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Fla. GOP tries to beat Crist before he can run

Associated Press Published: November 18, 2012

Schale believes the Republican strategy might backfire, saying the only people even thinking about the 2014 election are hardcore partisans. Democratic activists who have opposed Crist for years might start thinking he's not so bad if Republicans hate him so much.

"If it does anything at this point, it probably helps Crist with a potential Democratic base who are trying to get their arms around him being a Democrat," said Schale. "If they're beating him up, he can't be that bad."

The point Curry is trying to make is that Democrats shouldn't be fooled into thinking Crist is one of them.

"I haven't heard him disavow his conservative views. I have yet to hear him say that he's a liberal," Curry said. "It's just somehow we have this lifelong conservative with a record of conservatism embracing President Barack Obama and others who are completely opposed to what he said he stood for then."

Asked before the election if he was supporting any Republican candidates this year, Crist replied, "Let me think about that."

As the election ended, Crist immediately took up a popular issue that differentiates him from Scott. And it's one where Republicans can't find quotes from the past that contradict his message. Crist criticized Scott for not extending early voting hours and after the election held a press conference with a Democratic legislator to call for election changes to make it easier to vote.

While people criticize Republicans and Scott for cutting the number of early voting days from 14 to eight, Crist can remind voters that he extended early voting hours four years ago to help alleviate long lines, and he angered his then-fellow Republicans in doing so.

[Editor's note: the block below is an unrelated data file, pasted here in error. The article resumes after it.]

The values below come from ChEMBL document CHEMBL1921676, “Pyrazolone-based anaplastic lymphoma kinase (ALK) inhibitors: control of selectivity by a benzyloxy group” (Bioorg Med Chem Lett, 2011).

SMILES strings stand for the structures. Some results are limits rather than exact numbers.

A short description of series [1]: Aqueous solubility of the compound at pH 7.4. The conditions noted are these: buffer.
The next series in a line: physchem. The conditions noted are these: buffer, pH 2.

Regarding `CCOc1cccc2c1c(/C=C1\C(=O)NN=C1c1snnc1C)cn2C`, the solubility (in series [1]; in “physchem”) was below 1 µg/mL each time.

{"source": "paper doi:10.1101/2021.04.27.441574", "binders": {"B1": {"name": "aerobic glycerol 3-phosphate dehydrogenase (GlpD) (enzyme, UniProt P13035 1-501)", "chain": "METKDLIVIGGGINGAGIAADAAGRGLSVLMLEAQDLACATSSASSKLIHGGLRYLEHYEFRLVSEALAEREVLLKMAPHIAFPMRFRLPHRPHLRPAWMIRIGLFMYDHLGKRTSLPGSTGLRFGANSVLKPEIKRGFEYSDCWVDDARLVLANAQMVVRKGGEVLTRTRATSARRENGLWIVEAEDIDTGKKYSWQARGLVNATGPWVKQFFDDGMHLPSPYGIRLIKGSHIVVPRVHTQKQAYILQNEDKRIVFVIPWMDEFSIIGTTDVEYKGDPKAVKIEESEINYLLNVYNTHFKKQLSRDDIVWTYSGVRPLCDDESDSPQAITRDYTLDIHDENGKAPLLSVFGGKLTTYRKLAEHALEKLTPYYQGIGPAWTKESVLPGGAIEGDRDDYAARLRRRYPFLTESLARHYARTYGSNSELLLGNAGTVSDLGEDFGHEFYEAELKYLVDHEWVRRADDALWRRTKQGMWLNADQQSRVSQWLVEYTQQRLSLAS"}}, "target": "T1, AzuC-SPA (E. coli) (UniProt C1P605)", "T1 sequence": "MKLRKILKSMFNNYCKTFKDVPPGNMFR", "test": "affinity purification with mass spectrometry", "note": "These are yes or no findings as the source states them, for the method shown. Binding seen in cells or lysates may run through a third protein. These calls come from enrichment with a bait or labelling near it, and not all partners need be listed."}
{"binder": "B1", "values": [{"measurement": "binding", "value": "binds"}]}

Crist may not be a candidate yet, but he is still getting help making sure his name and face are still in the public eye. Crist's boss, John Morgan of the law firm Morgan & Morgan, has plastered Crist's face on billboards across the state and has featured him in television ads with feel-good messages thanking teachers and urging people to drive safely.

Crist can get the free exposure because he isn't in office and hasn't announced plans to run for one.

"The unbelievable thing is that Morgan and Crist can do this and keep a straight face," said Johnson, who sees the exposure as a way of helping Crist with a future political run. "It's such a blatant suck up. John Morgan and Charlie Crist at this point have nothing they can do for teachers. He might as well just come out and say 'Charlie Crist — he's for Santa.'"

Crist is well aware of the attacks, but shrugs them off.

"You don't let it affect you personally. I know that it's political. If people want to criticize somebody who wants to work with others for the betterment of all, that's sad for them," Crist said. "It really doesn't bother me. That may sound odd — everybody would rather be complimented than castigated, but it really doesn't concern me. I know what I believe and I know how I feel and I feel the duty to communicate it."


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